As a food critic, I’m always interested when a restaurant has a distinct or thought-provoking name. It’s a bold move to give a restaurant an unusual name or one that evokes a particular feeling. Local eateries that have done this successfully include midtown’s Hot Italian and Mulvaney’s Building & Loan. At both, the food and ambiance seem to reflect (and embody) the restaurant’s name.
So it was with curiosity that I approached Davis’ new Our House restaurant. With a cozy name like that, it’s hard not to imagine a comfortable, sunny place staffed by smiling family members and showcasing old photos of grandparents and heirloom tea kettle or salt-and-pepper shaker collections.
I was surprised, then, to walk into the space last occupied by Aïoli Bodega Española, only to discover that the one feature I found most off-putting about Aïoli—its almost claustrophobic dimness—remains. I’d always had the sense of walking into a cave when I dined there, and I had that same feeling again on this most recent visit.
Lighting issues aside, the eclectic décor doesn’t give off an “our house” vibe, either. The most arresting feature in the space is a collection of lumber affixed to the back wall, in a slightly irregular pattern that is interestingly textural and placed so randomly that you’re instantly curious about it. Why is it there? Does the wood have some significant history? Perhaps it’s reclaimed from an iconic local business or barn? Our waiter blushed uncomfortably when I asked about it and murmured that the wood had been cut nearby and hung on the wall because the vision of the restaurant is to “keep things local.”
At the front of the restaurant is an appealing clump of sofas and chairs, clearly designed as a lounge area for cocktails, and the bar area features two pretty, large wood tables that are used for communal dining (and drinking) in the evenings. Customers seeking a quieter and more intimate meal will want to sit farther back in the restaurant, separated from the bar by a low wall.
Our House’s menu features New American cuisine—a compact selection of traditional items with some fun, innovative tweaks. On a recent lunch, I had a sturdy, jaw-poppingly wide meatloaf sandwich, studded with mushrooms and composed on toasted sourdough bread. Simple and satisfying, it would be a wonderful treat on a blustery winter afternoon. The kitchen’s macaroni and cheese, made with local Winters Cheese Company cheddar, was shockingly, delightfully garlic-laden. It’s a dish you want to avoid if you’re planning on smooching someone later in the day, but a tasty nibble nonetheless.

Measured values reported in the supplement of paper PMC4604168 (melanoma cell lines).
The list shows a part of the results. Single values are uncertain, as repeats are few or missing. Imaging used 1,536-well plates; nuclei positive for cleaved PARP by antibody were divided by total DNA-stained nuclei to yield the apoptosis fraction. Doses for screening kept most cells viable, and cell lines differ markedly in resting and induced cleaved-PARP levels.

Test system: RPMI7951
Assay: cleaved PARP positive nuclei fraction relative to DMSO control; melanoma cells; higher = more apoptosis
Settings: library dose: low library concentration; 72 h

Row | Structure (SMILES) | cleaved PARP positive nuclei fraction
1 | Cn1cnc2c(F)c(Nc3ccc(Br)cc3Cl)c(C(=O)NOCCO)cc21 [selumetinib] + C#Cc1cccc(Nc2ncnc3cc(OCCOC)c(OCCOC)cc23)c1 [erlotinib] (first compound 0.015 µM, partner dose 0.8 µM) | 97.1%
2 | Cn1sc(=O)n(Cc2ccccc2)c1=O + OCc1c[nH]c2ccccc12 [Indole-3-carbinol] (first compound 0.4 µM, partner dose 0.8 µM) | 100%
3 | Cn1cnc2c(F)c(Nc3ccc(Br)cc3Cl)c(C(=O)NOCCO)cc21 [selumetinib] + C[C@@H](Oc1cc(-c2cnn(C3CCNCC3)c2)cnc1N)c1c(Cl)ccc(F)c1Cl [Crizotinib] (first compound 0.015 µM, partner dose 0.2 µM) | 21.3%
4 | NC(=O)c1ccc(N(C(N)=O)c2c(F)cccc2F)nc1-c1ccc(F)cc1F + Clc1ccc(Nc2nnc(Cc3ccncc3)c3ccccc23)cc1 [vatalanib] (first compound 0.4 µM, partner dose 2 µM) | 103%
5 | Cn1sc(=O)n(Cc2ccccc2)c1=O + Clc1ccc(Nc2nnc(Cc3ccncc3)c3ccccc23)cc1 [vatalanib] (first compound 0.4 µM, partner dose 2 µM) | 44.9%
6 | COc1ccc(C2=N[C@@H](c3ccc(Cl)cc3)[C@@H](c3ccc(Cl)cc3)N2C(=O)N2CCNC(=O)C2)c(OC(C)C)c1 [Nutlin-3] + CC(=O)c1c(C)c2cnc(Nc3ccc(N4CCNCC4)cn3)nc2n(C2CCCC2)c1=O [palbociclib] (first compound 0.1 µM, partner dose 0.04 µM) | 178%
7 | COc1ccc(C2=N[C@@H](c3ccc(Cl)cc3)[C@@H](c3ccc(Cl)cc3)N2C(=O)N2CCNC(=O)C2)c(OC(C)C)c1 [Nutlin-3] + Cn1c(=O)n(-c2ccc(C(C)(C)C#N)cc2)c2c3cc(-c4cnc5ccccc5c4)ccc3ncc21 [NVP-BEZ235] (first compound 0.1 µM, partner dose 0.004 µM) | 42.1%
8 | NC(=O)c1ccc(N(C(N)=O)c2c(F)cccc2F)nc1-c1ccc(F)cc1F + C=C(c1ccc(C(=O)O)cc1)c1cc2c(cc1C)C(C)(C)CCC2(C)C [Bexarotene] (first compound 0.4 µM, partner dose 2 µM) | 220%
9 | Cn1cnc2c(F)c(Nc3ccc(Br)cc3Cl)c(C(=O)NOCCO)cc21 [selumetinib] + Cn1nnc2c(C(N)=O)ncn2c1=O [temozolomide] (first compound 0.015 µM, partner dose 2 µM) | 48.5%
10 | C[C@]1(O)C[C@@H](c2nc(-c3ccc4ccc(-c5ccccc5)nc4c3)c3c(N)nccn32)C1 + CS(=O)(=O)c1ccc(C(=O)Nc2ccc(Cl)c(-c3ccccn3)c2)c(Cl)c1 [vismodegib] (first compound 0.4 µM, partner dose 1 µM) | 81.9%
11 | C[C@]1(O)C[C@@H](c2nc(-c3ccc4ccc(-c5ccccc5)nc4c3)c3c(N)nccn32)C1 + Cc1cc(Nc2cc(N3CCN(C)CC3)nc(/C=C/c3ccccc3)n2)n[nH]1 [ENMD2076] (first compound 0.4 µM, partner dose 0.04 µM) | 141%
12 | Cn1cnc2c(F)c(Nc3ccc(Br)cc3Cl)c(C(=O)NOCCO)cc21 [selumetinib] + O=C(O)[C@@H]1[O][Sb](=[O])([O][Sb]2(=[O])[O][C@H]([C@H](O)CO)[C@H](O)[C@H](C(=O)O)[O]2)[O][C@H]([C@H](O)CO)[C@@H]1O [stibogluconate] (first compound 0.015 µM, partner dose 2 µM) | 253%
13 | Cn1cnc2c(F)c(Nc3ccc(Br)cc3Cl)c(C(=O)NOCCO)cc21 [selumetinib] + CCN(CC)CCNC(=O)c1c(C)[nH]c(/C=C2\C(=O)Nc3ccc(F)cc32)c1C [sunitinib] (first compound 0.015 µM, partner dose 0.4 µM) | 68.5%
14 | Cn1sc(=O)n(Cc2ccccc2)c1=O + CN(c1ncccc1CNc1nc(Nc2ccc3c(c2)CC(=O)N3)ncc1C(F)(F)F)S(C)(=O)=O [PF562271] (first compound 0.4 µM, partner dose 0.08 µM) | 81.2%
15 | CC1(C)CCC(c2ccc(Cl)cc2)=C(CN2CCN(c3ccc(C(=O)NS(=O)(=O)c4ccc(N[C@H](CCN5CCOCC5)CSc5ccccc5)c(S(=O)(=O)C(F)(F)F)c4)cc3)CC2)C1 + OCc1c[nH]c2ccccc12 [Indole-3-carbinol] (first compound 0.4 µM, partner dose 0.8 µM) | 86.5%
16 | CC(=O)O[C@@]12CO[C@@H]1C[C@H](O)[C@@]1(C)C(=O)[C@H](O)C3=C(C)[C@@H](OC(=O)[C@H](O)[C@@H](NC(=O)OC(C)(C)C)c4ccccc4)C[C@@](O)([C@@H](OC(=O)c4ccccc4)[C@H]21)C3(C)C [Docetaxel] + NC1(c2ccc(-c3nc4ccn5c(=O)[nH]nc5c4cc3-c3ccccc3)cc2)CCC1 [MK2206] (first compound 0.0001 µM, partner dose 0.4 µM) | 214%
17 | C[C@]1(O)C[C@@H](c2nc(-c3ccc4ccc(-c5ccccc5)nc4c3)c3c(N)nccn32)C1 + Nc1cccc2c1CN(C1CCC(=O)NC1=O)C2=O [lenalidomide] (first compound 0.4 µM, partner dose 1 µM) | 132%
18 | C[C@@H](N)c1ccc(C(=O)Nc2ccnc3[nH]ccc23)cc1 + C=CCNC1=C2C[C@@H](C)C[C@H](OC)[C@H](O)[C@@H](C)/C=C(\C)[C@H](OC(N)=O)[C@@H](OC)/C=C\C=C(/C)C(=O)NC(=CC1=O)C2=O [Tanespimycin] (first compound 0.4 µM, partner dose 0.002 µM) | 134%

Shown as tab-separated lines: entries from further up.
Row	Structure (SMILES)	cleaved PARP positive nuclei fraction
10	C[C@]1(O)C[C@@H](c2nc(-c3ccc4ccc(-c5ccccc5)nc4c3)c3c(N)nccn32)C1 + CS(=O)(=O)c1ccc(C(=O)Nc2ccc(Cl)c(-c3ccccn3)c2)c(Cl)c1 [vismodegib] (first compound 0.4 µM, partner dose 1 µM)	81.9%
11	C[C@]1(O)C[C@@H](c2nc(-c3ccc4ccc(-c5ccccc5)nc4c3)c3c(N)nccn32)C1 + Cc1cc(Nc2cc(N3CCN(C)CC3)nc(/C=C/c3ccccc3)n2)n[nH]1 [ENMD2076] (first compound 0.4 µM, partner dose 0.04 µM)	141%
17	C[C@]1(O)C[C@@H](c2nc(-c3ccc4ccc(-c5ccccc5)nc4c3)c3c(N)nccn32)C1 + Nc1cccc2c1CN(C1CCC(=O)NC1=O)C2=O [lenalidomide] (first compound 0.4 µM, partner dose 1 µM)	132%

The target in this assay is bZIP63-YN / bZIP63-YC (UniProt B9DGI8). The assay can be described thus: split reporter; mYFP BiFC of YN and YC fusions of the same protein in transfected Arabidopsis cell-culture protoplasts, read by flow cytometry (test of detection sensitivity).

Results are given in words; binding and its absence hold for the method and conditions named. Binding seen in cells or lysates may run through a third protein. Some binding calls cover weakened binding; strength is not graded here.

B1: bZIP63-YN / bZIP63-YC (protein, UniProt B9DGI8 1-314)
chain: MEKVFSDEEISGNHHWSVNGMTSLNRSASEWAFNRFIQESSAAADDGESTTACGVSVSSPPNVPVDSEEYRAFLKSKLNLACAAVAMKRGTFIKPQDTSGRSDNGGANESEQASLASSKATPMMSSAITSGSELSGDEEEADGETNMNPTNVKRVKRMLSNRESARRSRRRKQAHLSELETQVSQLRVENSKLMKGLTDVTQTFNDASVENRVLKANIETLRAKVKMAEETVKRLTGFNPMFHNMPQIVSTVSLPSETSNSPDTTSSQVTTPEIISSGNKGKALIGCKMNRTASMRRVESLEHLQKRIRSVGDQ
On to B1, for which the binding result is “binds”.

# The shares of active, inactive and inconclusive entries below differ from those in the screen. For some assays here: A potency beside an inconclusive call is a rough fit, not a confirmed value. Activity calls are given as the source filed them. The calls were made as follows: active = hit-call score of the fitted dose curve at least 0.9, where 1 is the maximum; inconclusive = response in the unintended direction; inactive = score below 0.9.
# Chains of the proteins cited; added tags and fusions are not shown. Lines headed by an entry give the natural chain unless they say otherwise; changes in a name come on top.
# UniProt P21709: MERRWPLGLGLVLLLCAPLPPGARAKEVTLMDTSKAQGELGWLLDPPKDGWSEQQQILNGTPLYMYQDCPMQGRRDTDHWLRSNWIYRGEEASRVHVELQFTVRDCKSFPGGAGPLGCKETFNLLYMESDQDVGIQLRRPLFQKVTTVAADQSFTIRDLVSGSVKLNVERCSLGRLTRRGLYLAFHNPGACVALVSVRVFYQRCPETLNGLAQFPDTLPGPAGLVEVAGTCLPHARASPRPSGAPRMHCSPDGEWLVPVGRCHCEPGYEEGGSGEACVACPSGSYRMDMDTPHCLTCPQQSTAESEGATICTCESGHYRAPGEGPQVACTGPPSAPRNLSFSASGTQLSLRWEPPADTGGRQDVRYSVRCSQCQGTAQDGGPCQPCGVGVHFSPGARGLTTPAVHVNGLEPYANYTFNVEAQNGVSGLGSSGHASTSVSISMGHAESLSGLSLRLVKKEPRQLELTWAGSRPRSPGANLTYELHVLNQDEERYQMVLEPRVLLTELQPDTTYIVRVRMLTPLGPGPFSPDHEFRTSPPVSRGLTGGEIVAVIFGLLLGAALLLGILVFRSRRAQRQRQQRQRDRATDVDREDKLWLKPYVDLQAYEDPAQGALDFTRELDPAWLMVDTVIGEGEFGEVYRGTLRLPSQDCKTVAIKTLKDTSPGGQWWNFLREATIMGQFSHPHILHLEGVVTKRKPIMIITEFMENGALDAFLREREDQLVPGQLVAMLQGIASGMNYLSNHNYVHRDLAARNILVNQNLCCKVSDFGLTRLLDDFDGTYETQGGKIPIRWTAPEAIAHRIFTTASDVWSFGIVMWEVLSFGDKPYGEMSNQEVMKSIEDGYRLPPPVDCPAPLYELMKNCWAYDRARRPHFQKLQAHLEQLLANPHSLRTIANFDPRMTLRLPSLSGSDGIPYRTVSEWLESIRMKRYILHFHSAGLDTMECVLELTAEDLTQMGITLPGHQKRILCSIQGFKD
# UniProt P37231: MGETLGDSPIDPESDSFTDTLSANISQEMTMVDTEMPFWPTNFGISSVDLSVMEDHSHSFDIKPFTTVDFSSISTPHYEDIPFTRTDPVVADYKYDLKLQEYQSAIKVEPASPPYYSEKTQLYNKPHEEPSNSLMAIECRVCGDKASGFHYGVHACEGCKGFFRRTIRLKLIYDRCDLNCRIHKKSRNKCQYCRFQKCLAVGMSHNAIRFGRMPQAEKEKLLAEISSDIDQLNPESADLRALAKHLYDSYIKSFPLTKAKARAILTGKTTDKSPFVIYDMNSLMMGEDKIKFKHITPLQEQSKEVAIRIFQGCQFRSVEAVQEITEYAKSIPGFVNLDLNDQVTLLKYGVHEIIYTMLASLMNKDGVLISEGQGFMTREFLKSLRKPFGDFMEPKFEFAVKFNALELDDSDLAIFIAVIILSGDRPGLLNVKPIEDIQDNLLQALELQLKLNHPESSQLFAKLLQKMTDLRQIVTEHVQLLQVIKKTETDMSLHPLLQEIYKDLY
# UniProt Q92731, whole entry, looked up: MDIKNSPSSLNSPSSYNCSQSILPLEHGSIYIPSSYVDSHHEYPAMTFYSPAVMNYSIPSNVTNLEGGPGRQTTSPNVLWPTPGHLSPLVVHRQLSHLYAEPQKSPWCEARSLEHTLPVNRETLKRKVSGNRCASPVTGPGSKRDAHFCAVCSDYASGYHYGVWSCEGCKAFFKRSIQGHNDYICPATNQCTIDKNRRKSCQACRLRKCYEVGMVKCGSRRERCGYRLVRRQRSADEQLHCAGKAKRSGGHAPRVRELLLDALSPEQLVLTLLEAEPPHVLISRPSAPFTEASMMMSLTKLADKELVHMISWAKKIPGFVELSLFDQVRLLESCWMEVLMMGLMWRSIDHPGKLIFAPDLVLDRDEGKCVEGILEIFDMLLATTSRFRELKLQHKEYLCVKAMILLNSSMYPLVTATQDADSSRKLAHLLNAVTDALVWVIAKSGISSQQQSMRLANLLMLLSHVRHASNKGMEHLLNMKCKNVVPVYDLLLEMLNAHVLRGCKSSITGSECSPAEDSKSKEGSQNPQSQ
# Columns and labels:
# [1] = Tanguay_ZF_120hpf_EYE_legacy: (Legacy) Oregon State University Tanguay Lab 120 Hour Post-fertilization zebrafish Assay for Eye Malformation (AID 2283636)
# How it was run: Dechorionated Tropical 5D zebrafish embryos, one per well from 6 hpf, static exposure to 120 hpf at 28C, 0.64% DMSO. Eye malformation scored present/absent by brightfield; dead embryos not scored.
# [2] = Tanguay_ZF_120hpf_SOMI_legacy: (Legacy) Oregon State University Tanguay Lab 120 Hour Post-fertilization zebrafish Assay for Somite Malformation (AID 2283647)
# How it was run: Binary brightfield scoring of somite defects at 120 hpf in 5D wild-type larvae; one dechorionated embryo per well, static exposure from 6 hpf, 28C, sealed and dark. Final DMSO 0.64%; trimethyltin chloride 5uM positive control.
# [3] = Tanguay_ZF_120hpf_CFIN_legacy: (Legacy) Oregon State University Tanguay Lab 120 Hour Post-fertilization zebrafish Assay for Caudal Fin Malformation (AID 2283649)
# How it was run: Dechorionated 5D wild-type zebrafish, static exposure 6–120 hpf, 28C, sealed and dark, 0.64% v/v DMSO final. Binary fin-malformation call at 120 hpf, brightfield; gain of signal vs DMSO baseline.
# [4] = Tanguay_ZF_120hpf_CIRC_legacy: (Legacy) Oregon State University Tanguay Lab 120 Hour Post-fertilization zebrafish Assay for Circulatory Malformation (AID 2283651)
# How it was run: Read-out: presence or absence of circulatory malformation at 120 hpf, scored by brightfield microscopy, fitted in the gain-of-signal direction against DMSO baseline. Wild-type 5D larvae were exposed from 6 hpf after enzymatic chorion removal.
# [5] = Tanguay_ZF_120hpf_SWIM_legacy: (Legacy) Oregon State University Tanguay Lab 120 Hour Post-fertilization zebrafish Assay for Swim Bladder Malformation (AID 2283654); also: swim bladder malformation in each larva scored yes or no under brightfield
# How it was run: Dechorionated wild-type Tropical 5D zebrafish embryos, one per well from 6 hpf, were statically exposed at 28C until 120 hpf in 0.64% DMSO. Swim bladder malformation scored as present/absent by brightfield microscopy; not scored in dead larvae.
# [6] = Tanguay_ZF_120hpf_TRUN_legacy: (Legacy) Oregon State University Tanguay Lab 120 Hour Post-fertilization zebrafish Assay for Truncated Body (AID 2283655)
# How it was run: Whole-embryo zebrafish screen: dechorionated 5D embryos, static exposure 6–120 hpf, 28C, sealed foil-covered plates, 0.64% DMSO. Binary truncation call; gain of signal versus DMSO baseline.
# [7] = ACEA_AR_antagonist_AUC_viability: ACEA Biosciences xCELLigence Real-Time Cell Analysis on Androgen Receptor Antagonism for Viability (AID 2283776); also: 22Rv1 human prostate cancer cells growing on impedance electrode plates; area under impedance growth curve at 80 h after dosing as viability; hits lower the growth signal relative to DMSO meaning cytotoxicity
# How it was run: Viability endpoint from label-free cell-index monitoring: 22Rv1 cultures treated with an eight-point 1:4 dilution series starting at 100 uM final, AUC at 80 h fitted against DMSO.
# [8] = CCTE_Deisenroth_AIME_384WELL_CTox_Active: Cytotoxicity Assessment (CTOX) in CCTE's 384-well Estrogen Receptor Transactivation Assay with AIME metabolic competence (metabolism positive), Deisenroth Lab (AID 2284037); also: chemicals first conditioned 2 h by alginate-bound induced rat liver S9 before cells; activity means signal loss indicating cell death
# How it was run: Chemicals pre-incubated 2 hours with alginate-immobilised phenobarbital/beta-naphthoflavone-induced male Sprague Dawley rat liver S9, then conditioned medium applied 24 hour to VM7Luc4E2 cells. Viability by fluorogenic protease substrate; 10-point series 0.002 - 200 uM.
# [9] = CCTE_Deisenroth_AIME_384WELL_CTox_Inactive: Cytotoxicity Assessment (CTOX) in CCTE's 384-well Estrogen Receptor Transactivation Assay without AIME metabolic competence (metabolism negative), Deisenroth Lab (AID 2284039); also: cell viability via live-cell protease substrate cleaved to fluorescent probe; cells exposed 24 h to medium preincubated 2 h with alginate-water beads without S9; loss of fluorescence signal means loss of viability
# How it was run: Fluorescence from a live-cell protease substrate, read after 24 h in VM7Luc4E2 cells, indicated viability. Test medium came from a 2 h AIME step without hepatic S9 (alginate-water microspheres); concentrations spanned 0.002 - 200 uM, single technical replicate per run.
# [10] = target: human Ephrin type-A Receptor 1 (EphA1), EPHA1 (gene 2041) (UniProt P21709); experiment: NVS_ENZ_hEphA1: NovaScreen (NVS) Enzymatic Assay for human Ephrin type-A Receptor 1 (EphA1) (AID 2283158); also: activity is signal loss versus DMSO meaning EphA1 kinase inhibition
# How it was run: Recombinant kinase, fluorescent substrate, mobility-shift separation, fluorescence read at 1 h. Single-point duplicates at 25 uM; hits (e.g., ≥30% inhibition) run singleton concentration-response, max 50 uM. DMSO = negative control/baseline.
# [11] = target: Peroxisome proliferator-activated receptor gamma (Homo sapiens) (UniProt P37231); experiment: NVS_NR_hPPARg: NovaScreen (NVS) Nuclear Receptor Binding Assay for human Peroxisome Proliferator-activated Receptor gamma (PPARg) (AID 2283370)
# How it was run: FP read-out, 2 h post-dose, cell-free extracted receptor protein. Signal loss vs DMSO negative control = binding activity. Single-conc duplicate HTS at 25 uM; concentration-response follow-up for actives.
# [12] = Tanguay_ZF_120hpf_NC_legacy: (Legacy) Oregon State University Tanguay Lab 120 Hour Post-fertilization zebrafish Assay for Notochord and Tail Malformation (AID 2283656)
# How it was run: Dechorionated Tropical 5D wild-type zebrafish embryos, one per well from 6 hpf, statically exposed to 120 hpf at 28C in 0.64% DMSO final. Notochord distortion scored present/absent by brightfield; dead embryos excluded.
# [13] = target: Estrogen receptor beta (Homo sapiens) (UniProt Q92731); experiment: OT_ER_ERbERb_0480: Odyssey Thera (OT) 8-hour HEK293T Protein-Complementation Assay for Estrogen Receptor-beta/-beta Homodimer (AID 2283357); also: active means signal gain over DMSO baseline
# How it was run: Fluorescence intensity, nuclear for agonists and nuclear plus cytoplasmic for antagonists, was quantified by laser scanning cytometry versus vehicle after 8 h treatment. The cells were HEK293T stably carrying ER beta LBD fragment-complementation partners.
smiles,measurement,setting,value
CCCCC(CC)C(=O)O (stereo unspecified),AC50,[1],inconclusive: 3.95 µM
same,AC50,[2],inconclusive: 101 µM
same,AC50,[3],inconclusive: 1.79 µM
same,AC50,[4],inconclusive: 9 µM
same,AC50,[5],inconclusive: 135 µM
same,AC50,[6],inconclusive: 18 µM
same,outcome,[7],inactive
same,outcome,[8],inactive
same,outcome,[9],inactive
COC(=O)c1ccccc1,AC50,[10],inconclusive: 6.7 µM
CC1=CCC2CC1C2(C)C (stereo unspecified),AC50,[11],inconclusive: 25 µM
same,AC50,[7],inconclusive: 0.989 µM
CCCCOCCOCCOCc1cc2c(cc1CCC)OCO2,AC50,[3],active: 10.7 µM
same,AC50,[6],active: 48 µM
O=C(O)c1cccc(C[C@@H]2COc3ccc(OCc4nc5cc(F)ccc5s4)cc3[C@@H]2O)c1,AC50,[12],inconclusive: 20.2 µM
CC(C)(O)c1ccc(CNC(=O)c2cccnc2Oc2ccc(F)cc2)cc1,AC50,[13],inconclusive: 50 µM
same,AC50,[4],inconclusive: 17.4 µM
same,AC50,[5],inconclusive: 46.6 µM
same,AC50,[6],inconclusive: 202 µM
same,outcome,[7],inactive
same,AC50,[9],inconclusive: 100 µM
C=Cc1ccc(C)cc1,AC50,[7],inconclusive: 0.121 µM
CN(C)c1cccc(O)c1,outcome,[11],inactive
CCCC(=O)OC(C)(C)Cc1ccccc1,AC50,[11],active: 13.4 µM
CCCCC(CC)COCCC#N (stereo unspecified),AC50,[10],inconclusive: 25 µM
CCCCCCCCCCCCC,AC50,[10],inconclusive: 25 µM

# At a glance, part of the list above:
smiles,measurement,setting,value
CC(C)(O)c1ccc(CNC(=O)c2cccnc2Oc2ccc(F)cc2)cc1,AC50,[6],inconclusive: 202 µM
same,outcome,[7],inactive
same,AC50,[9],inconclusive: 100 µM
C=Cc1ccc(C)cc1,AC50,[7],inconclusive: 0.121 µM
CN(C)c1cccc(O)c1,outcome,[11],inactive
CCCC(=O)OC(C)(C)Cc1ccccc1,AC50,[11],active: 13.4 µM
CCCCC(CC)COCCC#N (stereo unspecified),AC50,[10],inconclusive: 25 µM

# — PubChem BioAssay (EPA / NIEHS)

I enjoyed the excellent, flaky barbecued salmon, drizzled with a vivacious soy, mint and cilantro sauce that really perked up the fish. But the whisper-thin asparagus served alongside the salmon was salty, and the accompanying pile of greens was so tired and lackluster-looking that I didn’t bother to try them. Pork fans will enjoy Our House’s root beer pork sliders, gussied up with soft caramelized onions and housemade barbecue sauce.
Perhaps the most delicious item I tried was the tomato- and bacon-speckled blue cheese BLT wedge salad, a delectable version of this classic American dish. Offered at lunch and dinner, this is one salad you shouldn’t miss. Other dinner standouts included a bracing, lemony chicken piccata, generously sprinkled with capers and served up with satisfyingly lumpy mashed potatoes; and a sophisticated and well-cooked steak au poivre, crusted with coarse-cracked peppercorns and bathed in a Cognac-and-cream sauce.
Desserts I sampled were decidedly underwhelming. A perplexing s’more made with housemade marshmallows simply left me longing for the real thing, and a practically tasteless cheesecake, placed atop a zigzag of chocolate sauce and embellished with fresh berries and an assertive berry sauce, was uninspiring.
However, our young servers were terrific and attentive, and their enthusiasm for the restaurant went a long way toward brightening up the ambiance.
Our House doesn’t feel like any house I know, nor does it serve what I would consider to be home-style cuisine. But it’s a nice spot in Davis to stop in for a pleasant meal—and maybe that alone will be satisfying enough for local diners.